extended aromatic surface for intercalation. Indeed, all the
phi complexes of rhodium we prepared thus far bind tightly to
DNA by preferential intercalation of the phi ligand. Affinities
range from lo6 to 108M-', and the sites recognized may be
tuned selectively by varying substitutents on the ancillary,
nonintercalating ligands.[26- Some of these complexes display DNA affinities and specificities rivaling those of DNAbinding proteins.[z7]
NMR spectroscopy has been particularly valuable in
determining how these complexes are associated with
DNA.['*. 291 The complexes all appear to bind DNA from the
major groove. When the complex is anchored by intercalation,
functional groups incorporated on the ancillary ligands can
interact with sites on the major groove to determine bindingsite selectivity.[26,
271 Indeed, in the case of A-a-[Rh((R,R)Me,(trien))(phi) 13+ (trien = triethylene tetraamine), we constructed the complex so as to specify an ensemble of
noncovalent contacts in the major groove for predictive
targeting of the sequence 5'-TGCA-3'. Recently, a highAngew. Chem. Int. Ed. Engl. 1997,36,2714-2730
Charge Transfer in DNA
resolution structural model of this complex bound site
specifically to a decamer was determined using NMR
In this structure, the metal complex is well
stacked and bound symmetrically to the double helix; the
different noncovalent contacts between the ancillary ligand
and major groove site 5'-TGCA-3' are apparent. Importantly,
the DNA helix is unwound to accomodate the intercalator,
but otherwise little perturbation in the DNA base stack is
In studying DNA-mediated electron transfer between
metallointercalators, we frequently employed [Rh(phi),(L)I3+
complexes as ground-state electron acceptors. These complexes are primarily sequence neutral in association with
DNA and therefore bind randomly to the
Characterization of the electrochemical properties of [Rh(phi),(L)I3+ by cyclic voltammetry reveals that in DMF the
formal Rh"' +Rh" reduction occurs at about 0 V vs. NHE.[31]
Hence, electron transfer from photoexcited [M(phen),(dppz)12+to DNA-bound [Rh(phi),(L)I3+ is thermodynamically favorable (M = Ru: A C = 0.56 V M = 0s: AGO =
0.73 V).
The photochemistry of these phi complexes of rhodium has
proven to be quite valuable first in determining where the
metal complex is bound along the helical polymer in a given
electron transfer reaction and in providing potent photooxidants which are intercalated in DNA. Therefore, given the
rich photochemistry of these complexes, we are able to utilize
light of different wavelengths to induce selectively different
chemical reactions.[30.321 Irradiation of the DNA-bound complexes with UV light (A = 313 nm) leads to direct scission of
the DNA sugar - phosphate backbone by a reaction consistent
with hydrogen abstraction of the C3'-H atom from the
deoxyribose moiety by the activated phi ligand at the
intercalation ~ite.1~~1
This strand scission marks the site of
intercalation. This photochemical reaction has been used
profitably for establishing the site selectivities of a range of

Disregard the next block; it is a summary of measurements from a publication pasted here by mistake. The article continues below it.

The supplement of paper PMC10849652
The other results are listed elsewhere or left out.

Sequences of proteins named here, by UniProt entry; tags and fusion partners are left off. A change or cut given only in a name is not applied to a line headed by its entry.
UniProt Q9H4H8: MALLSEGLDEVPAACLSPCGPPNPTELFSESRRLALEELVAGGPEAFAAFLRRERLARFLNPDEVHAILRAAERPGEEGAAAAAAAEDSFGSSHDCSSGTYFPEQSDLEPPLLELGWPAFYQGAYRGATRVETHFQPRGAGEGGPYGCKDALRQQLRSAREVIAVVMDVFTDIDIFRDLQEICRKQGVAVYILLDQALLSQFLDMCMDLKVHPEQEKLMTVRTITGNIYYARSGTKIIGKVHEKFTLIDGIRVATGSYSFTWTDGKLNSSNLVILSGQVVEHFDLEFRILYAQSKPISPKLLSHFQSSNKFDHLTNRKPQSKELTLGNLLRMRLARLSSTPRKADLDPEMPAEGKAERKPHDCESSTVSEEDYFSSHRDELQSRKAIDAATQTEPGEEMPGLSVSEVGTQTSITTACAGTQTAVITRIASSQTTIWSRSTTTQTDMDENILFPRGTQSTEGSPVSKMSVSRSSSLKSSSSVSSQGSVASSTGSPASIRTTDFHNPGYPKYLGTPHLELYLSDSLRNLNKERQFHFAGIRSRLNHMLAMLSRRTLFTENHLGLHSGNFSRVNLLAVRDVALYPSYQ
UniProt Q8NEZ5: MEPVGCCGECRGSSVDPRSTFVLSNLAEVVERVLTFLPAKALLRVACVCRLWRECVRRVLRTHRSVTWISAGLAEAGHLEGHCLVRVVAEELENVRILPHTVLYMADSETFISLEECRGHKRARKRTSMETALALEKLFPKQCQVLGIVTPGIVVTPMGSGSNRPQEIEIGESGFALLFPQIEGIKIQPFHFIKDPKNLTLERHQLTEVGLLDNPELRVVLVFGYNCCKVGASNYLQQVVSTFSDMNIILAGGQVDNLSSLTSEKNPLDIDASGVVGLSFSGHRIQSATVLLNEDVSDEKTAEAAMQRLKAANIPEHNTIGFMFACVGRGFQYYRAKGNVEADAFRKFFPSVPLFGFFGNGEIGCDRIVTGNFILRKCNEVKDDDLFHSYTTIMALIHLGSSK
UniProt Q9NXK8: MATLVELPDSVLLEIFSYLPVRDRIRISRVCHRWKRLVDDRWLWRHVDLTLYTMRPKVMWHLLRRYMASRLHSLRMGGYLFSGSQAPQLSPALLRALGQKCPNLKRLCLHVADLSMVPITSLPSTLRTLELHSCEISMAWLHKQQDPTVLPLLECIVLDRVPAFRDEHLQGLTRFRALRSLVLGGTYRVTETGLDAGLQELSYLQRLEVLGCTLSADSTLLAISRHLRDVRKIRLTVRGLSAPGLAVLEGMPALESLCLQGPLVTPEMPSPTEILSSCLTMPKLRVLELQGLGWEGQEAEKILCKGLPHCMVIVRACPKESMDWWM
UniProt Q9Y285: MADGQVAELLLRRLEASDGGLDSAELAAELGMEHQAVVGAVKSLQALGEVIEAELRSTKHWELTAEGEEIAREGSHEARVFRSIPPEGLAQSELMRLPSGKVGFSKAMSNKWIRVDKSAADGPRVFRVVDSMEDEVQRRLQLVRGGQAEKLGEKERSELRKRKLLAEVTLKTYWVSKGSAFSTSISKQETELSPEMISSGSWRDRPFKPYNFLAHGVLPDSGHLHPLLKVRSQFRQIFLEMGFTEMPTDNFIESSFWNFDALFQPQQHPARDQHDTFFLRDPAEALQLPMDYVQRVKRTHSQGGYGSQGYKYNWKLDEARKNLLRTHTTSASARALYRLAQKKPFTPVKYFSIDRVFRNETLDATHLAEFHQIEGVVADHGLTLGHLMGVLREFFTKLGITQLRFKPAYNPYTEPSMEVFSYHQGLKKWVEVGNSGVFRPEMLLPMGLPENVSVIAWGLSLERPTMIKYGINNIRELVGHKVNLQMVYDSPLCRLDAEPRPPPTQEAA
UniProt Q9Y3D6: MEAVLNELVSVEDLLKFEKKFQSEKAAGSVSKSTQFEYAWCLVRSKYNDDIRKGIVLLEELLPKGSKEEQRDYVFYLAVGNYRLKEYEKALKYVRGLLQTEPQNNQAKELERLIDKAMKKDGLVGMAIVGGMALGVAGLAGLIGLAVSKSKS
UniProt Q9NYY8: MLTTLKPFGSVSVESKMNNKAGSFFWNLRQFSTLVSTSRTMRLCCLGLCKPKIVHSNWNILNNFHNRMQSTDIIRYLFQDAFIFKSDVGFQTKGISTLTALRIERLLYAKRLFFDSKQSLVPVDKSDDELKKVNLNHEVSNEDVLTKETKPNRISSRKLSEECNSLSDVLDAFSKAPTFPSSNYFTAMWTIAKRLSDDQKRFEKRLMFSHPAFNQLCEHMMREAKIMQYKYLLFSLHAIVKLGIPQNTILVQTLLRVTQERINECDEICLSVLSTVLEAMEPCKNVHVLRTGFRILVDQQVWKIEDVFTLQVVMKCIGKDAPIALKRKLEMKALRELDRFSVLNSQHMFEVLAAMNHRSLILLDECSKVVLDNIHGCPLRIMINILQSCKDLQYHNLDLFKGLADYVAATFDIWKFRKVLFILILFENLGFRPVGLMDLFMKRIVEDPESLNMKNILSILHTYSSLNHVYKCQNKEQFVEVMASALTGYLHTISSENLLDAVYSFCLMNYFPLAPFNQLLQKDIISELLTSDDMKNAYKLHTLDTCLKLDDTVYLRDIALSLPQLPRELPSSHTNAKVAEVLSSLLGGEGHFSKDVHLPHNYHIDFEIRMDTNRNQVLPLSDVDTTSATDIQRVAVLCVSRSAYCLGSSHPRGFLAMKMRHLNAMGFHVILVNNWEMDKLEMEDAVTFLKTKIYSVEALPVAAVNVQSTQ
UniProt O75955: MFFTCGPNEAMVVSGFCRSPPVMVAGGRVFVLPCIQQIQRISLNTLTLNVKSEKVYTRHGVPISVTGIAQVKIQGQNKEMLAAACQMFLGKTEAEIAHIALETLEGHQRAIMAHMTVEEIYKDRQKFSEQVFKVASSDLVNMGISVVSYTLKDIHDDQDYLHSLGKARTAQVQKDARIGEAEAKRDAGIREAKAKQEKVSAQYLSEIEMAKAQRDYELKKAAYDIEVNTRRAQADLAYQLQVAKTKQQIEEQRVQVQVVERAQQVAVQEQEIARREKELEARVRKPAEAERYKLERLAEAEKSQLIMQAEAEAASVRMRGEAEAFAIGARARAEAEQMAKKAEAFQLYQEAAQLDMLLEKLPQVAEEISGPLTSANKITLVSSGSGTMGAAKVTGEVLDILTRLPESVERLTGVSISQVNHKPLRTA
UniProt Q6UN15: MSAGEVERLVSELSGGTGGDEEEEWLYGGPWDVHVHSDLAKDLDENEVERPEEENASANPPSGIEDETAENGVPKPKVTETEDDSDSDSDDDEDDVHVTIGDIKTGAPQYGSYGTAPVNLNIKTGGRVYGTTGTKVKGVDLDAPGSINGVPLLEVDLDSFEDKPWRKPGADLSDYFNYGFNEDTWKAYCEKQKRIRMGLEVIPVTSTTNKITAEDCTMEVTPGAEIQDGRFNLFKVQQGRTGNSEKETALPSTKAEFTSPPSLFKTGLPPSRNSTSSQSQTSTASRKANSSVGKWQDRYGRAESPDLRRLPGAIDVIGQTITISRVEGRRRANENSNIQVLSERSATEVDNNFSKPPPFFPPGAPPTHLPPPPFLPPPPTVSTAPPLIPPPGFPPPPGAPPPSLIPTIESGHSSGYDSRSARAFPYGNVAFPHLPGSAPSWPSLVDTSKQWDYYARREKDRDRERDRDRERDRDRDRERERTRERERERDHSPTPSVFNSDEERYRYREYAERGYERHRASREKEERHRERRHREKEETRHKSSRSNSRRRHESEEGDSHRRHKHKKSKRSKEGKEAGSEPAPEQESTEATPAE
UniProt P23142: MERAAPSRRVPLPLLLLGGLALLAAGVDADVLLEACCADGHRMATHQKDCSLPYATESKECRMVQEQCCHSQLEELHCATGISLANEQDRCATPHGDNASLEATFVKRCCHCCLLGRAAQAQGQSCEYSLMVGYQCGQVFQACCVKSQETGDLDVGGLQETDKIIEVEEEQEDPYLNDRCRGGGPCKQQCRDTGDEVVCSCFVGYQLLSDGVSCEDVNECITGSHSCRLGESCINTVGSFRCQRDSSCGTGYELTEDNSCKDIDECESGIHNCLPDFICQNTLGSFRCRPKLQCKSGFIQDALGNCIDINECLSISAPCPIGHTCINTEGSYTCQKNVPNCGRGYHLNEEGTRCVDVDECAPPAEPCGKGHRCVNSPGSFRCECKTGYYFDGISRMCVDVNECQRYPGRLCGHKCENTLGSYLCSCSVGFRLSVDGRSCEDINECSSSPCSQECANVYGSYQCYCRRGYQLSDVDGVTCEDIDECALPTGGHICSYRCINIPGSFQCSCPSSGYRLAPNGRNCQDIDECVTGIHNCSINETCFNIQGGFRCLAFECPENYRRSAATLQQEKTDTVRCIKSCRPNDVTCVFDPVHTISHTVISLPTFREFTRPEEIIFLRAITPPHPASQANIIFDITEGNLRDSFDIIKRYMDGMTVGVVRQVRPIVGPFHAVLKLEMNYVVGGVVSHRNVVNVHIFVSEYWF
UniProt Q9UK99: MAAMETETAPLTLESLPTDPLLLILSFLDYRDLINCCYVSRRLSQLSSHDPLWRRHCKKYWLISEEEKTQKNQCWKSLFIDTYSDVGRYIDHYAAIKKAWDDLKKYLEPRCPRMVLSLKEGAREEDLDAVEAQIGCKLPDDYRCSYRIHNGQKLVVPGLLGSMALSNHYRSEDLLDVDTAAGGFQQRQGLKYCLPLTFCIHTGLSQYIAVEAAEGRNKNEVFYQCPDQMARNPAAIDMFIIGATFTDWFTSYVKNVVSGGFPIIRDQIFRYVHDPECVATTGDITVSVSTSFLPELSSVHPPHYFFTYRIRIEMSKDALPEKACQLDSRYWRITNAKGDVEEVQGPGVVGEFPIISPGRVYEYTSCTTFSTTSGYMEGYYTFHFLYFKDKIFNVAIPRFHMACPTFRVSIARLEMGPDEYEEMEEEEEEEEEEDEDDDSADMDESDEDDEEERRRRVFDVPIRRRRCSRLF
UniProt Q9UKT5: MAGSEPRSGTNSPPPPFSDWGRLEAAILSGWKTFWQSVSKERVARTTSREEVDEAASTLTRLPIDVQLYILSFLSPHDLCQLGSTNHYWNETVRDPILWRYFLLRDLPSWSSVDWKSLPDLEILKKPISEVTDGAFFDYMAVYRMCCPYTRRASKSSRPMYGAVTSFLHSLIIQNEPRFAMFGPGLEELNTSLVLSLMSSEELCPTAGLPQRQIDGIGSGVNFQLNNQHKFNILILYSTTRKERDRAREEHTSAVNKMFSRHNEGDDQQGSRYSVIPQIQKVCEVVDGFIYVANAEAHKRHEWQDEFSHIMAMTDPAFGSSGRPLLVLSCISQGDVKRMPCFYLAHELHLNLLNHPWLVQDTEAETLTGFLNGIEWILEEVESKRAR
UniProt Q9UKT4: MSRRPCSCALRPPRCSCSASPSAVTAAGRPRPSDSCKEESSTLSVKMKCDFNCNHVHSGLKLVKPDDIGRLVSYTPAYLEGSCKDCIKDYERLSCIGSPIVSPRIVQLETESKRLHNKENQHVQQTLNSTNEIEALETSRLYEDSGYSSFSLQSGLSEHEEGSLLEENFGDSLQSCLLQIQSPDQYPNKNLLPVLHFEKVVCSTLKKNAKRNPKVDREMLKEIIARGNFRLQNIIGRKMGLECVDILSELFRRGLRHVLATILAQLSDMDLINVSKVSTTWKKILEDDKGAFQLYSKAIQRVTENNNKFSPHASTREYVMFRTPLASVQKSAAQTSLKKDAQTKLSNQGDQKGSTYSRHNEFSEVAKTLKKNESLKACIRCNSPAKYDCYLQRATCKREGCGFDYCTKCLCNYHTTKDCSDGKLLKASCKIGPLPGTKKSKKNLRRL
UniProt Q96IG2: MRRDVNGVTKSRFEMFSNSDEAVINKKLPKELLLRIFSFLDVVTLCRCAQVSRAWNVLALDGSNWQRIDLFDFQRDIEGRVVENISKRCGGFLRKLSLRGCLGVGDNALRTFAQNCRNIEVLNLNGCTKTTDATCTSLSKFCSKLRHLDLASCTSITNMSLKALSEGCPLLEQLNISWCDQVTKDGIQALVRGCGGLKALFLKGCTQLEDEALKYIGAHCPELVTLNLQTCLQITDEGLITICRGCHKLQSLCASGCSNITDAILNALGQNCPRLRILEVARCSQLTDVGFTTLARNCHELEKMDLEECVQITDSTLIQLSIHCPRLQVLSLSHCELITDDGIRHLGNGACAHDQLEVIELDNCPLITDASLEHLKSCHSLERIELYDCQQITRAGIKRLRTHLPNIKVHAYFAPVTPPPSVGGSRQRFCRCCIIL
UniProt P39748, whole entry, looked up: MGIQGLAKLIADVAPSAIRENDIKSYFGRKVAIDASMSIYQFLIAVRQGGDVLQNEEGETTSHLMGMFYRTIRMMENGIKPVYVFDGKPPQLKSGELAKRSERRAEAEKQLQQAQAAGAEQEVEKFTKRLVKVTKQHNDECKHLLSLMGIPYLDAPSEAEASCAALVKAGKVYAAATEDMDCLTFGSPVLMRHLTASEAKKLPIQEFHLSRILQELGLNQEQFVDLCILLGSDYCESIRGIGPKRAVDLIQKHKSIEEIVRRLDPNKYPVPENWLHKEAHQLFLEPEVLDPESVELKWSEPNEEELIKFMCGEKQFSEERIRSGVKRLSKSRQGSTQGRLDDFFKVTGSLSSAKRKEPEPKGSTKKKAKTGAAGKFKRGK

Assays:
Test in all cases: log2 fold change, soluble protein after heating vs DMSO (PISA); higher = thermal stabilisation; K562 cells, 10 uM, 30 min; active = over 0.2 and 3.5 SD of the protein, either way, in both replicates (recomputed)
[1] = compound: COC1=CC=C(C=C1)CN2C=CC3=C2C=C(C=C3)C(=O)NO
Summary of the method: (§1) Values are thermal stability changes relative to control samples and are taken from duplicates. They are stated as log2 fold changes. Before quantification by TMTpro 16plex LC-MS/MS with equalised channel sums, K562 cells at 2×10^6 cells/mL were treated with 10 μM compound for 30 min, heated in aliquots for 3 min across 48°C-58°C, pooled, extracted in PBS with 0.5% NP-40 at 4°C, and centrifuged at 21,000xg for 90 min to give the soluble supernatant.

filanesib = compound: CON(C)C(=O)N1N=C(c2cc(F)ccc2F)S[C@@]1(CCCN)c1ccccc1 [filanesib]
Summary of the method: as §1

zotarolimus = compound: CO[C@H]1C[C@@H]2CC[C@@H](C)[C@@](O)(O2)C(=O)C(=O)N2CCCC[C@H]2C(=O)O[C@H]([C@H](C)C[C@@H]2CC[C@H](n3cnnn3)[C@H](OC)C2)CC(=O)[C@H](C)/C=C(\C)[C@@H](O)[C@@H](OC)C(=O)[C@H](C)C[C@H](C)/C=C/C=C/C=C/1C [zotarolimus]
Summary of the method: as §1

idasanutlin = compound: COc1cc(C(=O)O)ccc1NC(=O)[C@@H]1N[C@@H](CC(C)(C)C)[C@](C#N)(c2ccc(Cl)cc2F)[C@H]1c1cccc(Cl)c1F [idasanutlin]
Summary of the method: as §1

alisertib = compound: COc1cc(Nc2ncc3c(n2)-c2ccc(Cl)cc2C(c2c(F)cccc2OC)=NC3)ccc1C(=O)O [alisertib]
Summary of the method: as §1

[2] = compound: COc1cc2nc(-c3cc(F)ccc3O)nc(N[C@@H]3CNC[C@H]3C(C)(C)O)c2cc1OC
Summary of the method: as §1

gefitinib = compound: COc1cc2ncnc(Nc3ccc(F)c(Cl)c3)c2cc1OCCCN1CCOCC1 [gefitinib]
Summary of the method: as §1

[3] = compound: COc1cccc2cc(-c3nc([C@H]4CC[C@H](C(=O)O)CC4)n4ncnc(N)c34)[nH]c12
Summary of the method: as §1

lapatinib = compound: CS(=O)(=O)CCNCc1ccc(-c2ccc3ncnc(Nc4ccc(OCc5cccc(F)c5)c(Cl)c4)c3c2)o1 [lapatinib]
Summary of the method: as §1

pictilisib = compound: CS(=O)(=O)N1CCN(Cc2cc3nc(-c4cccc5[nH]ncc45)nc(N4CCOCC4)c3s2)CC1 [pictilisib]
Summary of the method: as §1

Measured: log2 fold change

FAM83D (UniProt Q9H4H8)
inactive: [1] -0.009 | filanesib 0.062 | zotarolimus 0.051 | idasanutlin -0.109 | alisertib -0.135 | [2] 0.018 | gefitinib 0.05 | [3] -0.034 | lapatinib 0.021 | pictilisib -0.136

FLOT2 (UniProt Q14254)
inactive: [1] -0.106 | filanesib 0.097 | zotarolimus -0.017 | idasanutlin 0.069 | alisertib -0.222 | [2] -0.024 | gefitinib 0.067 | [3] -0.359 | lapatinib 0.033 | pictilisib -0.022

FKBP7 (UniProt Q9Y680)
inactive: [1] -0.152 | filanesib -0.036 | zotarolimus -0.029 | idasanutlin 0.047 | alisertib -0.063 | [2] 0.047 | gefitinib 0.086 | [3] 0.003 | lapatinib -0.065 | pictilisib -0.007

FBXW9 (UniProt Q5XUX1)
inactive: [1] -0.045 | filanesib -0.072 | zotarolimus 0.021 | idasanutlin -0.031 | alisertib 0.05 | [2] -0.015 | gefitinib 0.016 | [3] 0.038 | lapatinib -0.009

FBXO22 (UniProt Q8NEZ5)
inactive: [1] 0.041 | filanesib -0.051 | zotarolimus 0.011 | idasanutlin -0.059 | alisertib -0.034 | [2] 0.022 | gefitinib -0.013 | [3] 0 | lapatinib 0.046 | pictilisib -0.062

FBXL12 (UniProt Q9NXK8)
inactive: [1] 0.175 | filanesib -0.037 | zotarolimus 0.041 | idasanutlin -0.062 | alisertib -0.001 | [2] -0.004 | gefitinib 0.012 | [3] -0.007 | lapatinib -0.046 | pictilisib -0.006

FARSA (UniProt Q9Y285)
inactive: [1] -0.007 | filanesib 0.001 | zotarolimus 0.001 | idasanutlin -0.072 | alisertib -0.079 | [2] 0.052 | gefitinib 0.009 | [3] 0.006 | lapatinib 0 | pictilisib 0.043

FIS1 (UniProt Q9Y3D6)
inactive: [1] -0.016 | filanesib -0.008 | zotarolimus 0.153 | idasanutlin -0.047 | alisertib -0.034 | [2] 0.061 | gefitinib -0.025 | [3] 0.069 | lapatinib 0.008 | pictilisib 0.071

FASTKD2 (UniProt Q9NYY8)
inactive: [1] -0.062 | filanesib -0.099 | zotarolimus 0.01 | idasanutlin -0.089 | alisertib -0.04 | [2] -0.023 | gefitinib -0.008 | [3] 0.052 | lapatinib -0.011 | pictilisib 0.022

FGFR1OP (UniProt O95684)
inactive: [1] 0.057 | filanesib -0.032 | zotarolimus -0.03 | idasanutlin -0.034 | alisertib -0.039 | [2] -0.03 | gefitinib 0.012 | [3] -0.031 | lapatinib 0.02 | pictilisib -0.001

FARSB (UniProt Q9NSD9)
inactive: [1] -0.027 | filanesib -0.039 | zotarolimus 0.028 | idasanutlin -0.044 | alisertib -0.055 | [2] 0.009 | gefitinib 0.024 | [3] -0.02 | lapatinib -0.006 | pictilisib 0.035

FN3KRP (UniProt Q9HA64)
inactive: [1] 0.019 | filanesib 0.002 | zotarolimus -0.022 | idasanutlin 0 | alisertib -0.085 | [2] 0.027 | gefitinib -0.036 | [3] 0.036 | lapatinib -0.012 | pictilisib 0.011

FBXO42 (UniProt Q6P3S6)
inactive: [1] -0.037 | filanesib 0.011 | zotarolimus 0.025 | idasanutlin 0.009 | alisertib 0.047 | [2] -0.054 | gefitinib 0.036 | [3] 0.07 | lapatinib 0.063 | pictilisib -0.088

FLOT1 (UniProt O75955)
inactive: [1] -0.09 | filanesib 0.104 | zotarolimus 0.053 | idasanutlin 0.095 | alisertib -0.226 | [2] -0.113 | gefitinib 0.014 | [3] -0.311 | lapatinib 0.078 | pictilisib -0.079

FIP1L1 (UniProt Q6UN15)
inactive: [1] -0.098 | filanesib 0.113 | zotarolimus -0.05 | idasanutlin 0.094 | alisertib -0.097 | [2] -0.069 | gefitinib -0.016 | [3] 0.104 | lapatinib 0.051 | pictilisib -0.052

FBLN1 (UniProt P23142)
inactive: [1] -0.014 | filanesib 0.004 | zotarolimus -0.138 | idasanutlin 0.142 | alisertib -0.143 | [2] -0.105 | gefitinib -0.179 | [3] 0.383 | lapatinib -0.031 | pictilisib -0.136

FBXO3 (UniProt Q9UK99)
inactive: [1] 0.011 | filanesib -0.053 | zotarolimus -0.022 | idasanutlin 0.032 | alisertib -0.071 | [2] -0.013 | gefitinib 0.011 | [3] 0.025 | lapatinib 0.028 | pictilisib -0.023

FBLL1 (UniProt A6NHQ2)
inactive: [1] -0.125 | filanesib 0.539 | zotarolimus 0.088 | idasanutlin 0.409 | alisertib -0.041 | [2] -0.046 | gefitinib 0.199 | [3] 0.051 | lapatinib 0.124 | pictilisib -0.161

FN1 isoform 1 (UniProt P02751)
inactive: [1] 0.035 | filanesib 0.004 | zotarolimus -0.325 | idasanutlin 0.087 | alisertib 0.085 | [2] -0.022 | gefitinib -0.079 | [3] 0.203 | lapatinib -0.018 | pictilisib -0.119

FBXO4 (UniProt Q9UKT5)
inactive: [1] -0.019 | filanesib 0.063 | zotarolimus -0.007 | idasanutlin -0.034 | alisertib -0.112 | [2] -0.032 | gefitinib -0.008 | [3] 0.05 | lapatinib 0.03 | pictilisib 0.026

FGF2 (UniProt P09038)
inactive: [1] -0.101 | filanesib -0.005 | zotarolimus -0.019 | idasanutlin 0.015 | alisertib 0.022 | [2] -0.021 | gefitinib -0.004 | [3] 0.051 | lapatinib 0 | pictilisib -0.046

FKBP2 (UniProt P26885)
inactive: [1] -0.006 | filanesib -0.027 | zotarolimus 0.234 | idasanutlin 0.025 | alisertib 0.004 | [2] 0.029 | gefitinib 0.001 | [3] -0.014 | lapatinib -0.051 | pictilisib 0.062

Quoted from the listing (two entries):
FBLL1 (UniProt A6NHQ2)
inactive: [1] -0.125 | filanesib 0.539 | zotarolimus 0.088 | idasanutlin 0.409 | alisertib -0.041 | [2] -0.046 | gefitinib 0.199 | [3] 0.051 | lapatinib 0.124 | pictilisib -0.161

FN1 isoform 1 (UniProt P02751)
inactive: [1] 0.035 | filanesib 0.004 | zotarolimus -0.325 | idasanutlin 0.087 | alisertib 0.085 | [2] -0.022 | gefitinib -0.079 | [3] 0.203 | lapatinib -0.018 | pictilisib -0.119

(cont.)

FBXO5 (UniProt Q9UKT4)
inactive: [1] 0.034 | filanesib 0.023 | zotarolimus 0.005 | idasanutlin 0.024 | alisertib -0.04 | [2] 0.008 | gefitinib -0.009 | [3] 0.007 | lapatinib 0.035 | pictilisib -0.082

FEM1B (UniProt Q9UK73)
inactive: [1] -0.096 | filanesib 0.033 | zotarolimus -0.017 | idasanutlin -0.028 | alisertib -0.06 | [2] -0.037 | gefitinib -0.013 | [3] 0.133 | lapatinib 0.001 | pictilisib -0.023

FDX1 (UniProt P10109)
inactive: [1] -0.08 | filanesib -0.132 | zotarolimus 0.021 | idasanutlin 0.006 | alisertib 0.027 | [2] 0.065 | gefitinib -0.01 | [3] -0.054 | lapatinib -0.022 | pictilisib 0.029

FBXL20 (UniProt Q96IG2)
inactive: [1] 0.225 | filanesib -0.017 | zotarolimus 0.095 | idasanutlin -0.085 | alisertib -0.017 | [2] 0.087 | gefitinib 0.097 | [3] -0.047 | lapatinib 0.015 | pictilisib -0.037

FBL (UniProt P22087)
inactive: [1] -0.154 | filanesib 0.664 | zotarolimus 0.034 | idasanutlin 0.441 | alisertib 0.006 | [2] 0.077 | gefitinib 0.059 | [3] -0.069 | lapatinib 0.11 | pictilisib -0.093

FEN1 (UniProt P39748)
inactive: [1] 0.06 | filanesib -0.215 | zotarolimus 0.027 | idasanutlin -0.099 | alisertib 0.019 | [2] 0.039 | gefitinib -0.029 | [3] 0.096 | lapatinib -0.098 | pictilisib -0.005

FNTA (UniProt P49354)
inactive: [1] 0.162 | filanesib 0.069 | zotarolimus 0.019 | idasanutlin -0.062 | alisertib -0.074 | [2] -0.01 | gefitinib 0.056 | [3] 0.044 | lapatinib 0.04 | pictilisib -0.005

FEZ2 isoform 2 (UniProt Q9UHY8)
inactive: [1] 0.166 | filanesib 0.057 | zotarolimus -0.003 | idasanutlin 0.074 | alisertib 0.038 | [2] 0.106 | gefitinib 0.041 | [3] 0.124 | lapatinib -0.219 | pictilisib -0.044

complexes. If instead the [Rh(phi),(L)I3+ complexes are
excited with visible light (A 2 365 nm), a powerfully oxidizing
intraligand excited state is populated.[32]Based on quenching
studies in solution in the absence of DNA, the reduction potential of the excited state of [Rh(phi),(phen)13+
is estimated to be about 2 V vs. NHE. We
can therefore exploit these rhodium intercalators not only as
ground-state but also as excited-state electron acceptors.
3. DNA as a Bridge for Electron lkansfer
Scheme 1 illustrates the cycle of electron transfer reactions
between DNA-bound metallointercalators. Irradiation of the
M" complex with visible light leads to the formation of the
photoexcited donor, which in the absence of acceptor may
return to the ground state by emission of a photon. In the
presence of an acceptor with the appropriate reduction
potential, the photoexcited donor may transfer an electron
to the ground-state acceptor (rate constant k,,), which results
in quenching of the donor emission. The products of this
forward electron transfer then undergo thermal recombination (rate constant kreJ to regenerate the ground-state pair.
Angew. Chem. Int. Ed. Engl. 1997.36,2714-2730
We may therefore monitor
electron transfer between metallointercalators with the DNA
n stack as the intervening
*MI[ ; Rhlll
3.1. Intercalative Coupling
Scheme 1. Cycle of electron
DNA-bound metallointercalators.
into the x Stack
We first compared the
quenching of DNA-bound,
photoexcited [Ru(phen),(dppz) 12+by two acceptors-namely,
[Rh(phi),(phen)I3+, which binds to DNA by intercalation, and
[ R u ( N H ~ ) ~ ]which
~ + , binds to the surface of the double helix
(Figure 4).[311Since the Rh"' -+ Rh" reduction potential of
Figure 4. Schematic representation of transition metal complexes bound to
DNA. Shown are A-[Ru(phen),(dppz)I2+ (red), A-[Rh(phi),(bpy)13+ (yellow),
and [Ru(NH,),]'+ (green). A-[Ru(phen),(dppz)I2+ and A-[Rh(phi),(bpy)],+ are
metallointercalators and probe the DNA base stack directly. [RU(NH,)~]~+,
does not have the ligand framework to support intercalation, binds only by
surface association and therefore cannot access the JC stack.
[Rh(phi),(phen)I3+ (E1,z(RhllllRhll)= - 0.03 V vs. NHE) is
nearly identical to that of [ R u ( N H ~ ) ~ (0.01
] ~ + V), the driving
force for the reaction does not differ significantly between the
two donor- acceptor pairs. When the intercalator [Rh(phi),(phen)13+ or [Rh(phi)*(bpy)I3+ is titrated into solutions of
DNA-bound [Ru(phen)2(dppz)]2+,fast and efficient quenching of the ruthenium emission on the subnanosecond time
scale is observed. Over a similar concentration range,
[ R u ( N H ~ ) ~also
] ~ +quenches the luminescence of DNA-bound
[Ru(phen),(dppz)I2+. However, this quenching is less efficient
and proceeds on the nanosecond time scale. In contrast to the
intercalating acceptor, [Ru(NH3)J3+ exhibits a quenching
profile that is consistent with a reaction which requires
diffusion. Here, electron transfer does not proceed through